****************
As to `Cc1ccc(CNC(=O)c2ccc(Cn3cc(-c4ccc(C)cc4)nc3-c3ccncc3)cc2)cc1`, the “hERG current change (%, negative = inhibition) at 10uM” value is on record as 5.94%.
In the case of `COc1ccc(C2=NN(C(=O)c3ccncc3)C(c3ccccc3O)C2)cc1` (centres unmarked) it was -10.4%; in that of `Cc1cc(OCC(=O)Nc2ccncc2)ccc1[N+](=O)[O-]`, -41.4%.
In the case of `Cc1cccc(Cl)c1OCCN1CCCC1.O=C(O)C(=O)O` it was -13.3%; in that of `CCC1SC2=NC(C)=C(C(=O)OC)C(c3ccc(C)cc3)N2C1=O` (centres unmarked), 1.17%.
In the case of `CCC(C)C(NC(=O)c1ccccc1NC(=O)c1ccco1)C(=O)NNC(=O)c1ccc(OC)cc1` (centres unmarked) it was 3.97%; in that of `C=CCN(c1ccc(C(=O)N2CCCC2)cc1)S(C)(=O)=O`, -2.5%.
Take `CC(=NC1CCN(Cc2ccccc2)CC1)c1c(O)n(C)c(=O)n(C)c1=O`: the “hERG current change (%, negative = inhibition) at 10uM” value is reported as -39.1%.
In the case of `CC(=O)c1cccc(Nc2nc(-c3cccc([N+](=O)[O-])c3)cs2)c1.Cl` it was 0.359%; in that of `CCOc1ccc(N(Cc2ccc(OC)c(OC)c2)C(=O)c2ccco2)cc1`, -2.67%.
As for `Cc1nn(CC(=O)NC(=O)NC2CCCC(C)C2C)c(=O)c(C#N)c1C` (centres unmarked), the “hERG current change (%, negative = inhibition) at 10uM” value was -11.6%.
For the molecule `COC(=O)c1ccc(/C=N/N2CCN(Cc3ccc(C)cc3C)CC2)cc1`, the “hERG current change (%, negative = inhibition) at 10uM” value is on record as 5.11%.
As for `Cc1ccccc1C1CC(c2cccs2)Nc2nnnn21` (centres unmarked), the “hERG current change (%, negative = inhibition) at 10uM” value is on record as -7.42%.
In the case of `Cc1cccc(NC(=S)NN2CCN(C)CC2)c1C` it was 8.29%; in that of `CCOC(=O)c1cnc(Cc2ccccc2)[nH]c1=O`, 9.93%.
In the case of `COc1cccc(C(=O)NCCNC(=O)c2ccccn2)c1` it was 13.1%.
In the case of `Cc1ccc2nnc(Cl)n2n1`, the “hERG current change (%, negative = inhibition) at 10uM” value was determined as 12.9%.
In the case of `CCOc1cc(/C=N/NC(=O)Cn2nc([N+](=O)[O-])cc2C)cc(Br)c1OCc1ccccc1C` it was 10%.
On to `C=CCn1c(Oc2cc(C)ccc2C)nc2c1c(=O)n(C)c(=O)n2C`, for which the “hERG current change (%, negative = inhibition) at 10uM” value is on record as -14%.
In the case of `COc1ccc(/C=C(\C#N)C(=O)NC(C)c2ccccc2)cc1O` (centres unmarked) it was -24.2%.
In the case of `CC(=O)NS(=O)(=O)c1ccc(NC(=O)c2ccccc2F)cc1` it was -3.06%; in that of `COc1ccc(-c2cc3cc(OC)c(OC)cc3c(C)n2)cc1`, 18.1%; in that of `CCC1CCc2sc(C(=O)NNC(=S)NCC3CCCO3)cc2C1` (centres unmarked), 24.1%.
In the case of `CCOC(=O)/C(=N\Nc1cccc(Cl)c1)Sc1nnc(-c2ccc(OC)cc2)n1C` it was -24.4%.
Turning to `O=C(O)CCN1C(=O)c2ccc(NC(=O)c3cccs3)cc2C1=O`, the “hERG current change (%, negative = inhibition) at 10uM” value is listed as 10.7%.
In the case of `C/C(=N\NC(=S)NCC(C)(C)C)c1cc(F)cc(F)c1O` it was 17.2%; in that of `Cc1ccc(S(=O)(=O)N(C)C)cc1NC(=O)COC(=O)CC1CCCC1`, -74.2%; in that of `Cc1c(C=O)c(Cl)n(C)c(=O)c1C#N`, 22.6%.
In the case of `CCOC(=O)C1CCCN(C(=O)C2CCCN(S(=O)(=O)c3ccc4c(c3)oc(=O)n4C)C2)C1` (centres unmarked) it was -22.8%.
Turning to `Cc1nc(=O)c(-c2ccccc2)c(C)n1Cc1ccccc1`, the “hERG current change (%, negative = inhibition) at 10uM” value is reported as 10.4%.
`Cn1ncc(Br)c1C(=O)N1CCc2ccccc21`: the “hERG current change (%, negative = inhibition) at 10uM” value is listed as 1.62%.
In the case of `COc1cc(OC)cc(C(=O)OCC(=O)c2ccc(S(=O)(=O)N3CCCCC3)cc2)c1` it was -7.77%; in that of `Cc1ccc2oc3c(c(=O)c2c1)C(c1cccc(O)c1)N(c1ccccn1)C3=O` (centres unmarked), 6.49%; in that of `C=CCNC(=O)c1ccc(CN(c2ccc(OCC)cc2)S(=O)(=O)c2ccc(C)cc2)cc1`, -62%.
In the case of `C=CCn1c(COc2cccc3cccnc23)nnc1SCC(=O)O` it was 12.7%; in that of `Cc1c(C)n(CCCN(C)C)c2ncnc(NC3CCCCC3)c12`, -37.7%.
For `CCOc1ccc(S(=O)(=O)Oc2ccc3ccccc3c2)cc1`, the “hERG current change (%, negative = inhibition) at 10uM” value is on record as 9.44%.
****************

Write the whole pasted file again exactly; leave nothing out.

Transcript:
As to `Cc1ccc(CNC(=O)c2ccc(Cn3cc(-c4ccc(C)cc4)nc3-c3ccncc3)cc2)cc1`, the “hERG current change (%, negative = inhibition) at 10uM” value is on record as 5.94%.
In the case of `COc1ccc(C2=NN(C(=O)c3ccncc3)C(c3ccccc3O)C2)cc1` (centres unmarked) it was -10.4%; in that of `Cc1cc(OCC(=O)Nc2ccncc2)ccc1[N+](=O)[O-]`, -41.4%.
In the case of `Cc1cccc(Cl)c1OCCN1CCCC1.O=C(O)C(=O)O` it was -13.3%; in that of `CCC1SC2=NC(C)=C(C(=O)OC)C(c3ccc(C)cc3)N2C1=O` (centres unmarked), 1.17%.
In the case of `CCC(C)C(NC(=O)c1ccccc1NC(=O)c1ccco1)C(=O)NNC(=O)c1ccc(OC)cc1` (centres unmarked) it was 3.97%; in that of `C=CCN(c1ccc(C(=O)N2CCCC2)cc1)S(C)(=O)=O`, -2.5%.
Take `CC(=NC1CCN(Cc2ccccc2)CC1)c1c(O)n(C)c(=O)n(C)c1=O`: the “hERG current change (%, negative = inhibition) at 10uM” value is reported as -39.1%.
In the case of `CC(=O)c1cccc(Nc2nc(-c3cccc([N+](=O)[O-])c3)cs2)c1.Cl` it was 0.359%; in that of `CCOc1ccc(N(Cc2ccc(OC)c(OC)c2)C(=O)c2ccco2)cc1`, -2.67%.
As for `Cc1nn(CC(=O)NC(=O)NC2CCCC(C)C2C)c(=O)c(C#N)c1C` (centres unmarked), the “hERG current change (%, negative = inhibition) at 10uM” value was -11.6%.
For the molecule `COC(=O)c1ccc(/C=N/N2CCN(Cc3ccc(C)cc3C)CC2)cc1`, the “hERG current change (%, negative = inhibition) at 10uM” value is on record as 5.11%.
As for `Cc1ccccc1C1CC(c2cccs2)Nc2nnnn21` (centres unmarked), the “hERG current change (%, negative = inhibition) at 10uM” value is on record as -7.42%.
In the case of `Cc1cccc(NC(=S)NN2CCN(C)CC2)c1C` it was 8.29%; in that of `CCOC(=O)c1cnc(Cc2ccccc2)[nH]c1=O`, 9.93%.
In the case of `COc1cccc(C(=O)NCCNC(=O)c2ccccn2)c1` it was 13.1%.
In the case of `Cc1ccc2nnc(Cl)n2n1`, the “hERG current change (%, negative = inhibition) at 10uM” value was determined as 12.9%.
In the case of `CCOc1cc(/C=N/NC(=O)Cn2nc([N+](=O)[O-])cc2C)cc(Br)c1OCc1ccccc1C` it was 10%.
On to `C=CCn1c(Oc2cc(C)ccc2C)nc2c1c(=O)n(C)c(=O)n2C`, for which the “hERG current change (%, negative = inhibition) at 10uM” value is on record as -14%.
In the case of `COc1ccc(/C=C(\C#N)C(=O)NC(C)c2ccccc2)cc1O` (centres unmarked) it was -24.2%.
In the case of `CC(=O)NS(=O)(=O)c1ccc(NC(=O)c2ccccc2F)cc1` it was -3.06%; in that of `COc1ccc(-c2cc3cc(OC)c(OC)cc3c(C)n2)cc1`, 18.1%; in that of `CCC1CCc2sc(C(=O)NNC(=S)NCC3CCCO3)cc2C1` (centres unmarked), 24.1%.
In the case of `CCOC(=O)/C(=N\Nc1cccc(Cl)c1)Sc1nnc(-c2ccc(OC)cc2)n1C` it was -24.4%.
Turning to `O=C(O)CCN1C(=O)c2ccc(NC(=O)c3cccs3)cc2C1=O`, the “hERG current change (%, negative = inhibition) at 10uM” value is listed as 10.7%.
In the case of `C/C(=N\NC(=S)NCC(C)(C)C)c1cc(F)cc(F)c1O` it was 17.2%; in that of `Cc1ccc(S(=O)(=O)N(C)C)cc1NC(=O)COC(=O)CC1CCCC1`, -74.2%; in that of `Cc1c(C=O)c(Cl)n(C)c(=O)c1C#N`, 22.6%.
In the case of `CCOC(=O)C1CCCN(C(=O)C2CCCN(S(=O)(=O)c3ccc4c(c3)oc(=O)n4C)C2)C1` (centres unmarked) it was -22.8%.
Turning to `Cc1nc(=O)c(-c2ccccc2)c(C)n1Cc1ccccc1`, the “hERG current change (%, negative = inhibition) at 10uM” value is reported as 10.4%.
`Cn1ncc(Br)c1C(=O)N1CCc2ccccc21`: the “hERG current change (%, negative = inhibition) at 10uM” value is listed as 1.62%.
In the case of `COc1cc(OC)cc(C(=O)OCC(=O)c2ccc(S(=O)(=O)N3CCCCC3)cc2)c1` it was -7.77%; in that of `Cc1ccc2oc3c(c(=O)c2c1)C(c1cccc(O)c1)N(c1ccccn1)C3=O` (centres unmarked), 6.49%; in that of `C=CCNC(=O)c1ccc(CN(c2ccc(OCC)cc2)S(=O)(=O)c2ccc(C)cc2)cc1`, -62%.
In the case of `C=CCn1c(COc2cccc3cccnc23)nnc1SCC(=O)O` it was 12.7%; in that of `Cc1c(C)n(CCCN(C)C)c2ncnc(NC3CCCCC3)c12`, -37.7%.
For `CCOc1ccc(S(=O)(=O)Oc2ccc3ccccc3c2)cc1`, the “hERG current change (%, negative = inhibition) at 10uM” value is on record as 9.44%.